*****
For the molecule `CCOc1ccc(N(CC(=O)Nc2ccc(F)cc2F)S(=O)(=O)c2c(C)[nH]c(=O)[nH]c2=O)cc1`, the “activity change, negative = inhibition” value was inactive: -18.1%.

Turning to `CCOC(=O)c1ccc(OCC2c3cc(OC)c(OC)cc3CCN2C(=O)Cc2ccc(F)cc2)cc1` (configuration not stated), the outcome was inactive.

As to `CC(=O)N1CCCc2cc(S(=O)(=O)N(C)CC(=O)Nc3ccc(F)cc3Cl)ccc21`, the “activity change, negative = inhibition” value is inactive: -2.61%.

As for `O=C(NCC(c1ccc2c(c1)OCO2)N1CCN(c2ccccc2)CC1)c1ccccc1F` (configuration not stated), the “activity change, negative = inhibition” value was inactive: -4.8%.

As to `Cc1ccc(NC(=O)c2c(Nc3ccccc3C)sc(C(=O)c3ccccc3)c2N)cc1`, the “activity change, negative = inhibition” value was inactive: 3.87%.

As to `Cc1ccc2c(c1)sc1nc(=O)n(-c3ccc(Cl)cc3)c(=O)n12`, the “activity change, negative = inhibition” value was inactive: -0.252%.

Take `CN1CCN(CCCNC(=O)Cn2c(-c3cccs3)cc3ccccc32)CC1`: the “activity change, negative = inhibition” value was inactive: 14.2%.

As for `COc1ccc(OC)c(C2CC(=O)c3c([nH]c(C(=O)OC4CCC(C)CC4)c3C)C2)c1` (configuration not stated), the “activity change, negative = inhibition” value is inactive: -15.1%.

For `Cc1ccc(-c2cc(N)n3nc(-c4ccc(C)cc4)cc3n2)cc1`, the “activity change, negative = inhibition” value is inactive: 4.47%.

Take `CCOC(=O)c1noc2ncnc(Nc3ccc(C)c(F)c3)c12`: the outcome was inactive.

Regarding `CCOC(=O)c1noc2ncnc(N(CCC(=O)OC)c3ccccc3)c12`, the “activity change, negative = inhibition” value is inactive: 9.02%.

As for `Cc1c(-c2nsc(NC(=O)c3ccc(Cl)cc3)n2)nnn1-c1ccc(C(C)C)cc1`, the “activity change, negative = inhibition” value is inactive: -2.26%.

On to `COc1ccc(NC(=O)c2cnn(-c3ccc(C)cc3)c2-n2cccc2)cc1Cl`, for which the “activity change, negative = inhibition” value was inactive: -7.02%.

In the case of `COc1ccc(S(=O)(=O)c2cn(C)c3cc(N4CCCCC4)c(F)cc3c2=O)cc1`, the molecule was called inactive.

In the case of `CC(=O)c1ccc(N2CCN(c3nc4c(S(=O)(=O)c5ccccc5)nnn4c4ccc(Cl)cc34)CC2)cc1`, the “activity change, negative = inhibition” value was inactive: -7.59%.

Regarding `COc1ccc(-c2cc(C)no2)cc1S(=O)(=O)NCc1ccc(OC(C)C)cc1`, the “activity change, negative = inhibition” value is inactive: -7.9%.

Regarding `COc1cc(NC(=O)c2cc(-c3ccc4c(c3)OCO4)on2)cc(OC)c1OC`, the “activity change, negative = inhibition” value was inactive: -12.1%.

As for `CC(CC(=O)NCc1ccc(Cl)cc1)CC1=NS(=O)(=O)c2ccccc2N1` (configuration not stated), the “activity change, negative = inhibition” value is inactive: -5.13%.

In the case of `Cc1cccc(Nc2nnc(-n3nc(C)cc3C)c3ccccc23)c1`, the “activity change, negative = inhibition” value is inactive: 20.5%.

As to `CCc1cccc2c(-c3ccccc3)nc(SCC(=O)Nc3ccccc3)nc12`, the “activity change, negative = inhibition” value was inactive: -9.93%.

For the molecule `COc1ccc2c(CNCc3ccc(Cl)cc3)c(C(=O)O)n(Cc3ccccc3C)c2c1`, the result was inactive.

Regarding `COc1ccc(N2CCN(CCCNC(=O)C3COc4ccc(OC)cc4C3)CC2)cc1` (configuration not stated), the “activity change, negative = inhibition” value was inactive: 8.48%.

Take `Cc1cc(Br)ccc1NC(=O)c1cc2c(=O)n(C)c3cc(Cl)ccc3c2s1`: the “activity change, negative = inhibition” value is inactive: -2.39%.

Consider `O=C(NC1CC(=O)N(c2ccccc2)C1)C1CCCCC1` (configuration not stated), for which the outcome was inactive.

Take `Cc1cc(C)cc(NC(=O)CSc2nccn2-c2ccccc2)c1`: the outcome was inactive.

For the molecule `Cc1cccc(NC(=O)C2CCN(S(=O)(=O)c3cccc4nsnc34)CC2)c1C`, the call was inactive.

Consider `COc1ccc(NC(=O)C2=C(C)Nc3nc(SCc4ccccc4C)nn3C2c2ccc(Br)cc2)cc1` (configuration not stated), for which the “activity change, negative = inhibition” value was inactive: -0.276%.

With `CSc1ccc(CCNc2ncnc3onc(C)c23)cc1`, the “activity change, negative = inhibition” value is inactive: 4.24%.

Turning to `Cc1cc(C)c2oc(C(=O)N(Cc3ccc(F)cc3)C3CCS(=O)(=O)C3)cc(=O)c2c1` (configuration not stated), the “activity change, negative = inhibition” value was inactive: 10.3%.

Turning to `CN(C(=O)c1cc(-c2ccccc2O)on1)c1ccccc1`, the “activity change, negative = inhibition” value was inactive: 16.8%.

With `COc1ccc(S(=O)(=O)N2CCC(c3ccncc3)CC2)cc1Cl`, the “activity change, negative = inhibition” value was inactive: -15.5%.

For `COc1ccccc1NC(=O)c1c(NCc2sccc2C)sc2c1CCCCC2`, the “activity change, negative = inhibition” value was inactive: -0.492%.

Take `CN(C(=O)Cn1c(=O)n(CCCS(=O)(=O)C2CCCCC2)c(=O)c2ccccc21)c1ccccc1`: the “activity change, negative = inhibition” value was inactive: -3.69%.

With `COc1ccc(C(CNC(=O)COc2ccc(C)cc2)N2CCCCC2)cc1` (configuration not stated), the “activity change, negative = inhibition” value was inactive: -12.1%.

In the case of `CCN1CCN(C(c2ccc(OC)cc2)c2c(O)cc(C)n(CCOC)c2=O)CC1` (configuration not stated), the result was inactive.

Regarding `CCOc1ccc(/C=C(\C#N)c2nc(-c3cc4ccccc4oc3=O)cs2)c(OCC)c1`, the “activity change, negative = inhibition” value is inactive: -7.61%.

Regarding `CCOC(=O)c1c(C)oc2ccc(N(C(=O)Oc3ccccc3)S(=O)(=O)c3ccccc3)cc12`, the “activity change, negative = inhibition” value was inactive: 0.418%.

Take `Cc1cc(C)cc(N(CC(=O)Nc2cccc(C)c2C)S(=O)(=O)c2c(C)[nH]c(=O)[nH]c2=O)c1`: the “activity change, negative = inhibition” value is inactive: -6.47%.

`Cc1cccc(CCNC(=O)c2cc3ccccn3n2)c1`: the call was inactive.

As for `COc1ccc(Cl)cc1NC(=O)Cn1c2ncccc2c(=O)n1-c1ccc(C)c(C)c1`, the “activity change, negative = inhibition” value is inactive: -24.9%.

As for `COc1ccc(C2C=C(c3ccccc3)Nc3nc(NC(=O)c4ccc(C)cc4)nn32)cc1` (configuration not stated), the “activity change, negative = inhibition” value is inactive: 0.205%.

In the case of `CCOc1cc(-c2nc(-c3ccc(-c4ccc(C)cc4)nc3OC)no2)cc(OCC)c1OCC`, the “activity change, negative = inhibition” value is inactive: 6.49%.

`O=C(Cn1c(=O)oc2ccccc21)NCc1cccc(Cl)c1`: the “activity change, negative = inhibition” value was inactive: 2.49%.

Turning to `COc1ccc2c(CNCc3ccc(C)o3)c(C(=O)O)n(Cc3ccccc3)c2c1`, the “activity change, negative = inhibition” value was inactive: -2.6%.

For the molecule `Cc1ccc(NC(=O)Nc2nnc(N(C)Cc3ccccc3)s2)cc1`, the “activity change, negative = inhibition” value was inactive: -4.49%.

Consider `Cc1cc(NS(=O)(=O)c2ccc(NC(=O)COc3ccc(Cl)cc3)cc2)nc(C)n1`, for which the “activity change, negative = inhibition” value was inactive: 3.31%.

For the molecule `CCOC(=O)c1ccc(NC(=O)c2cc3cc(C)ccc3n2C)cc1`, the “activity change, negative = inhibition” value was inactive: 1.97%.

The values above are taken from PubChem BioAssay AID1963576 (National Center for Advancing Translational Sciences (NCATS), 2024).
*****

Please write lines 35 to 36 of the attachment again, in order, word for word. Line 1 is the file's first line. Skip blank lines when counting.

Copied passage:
In the case of `CCN1CCN(C(c2ccc(OC)cc2)c2c(O)cc(C)n(CCOC)c2=O)CC1` (configuration not stated), the result was inactive.

Regarding `CCOc1ccc(/C=C(\C#N)c2nc(-c3cc4ccccc4oc3=O)cs2)c(OCC)c1`, the “activity change, negative = inhibition” value is inactive: -7.61%.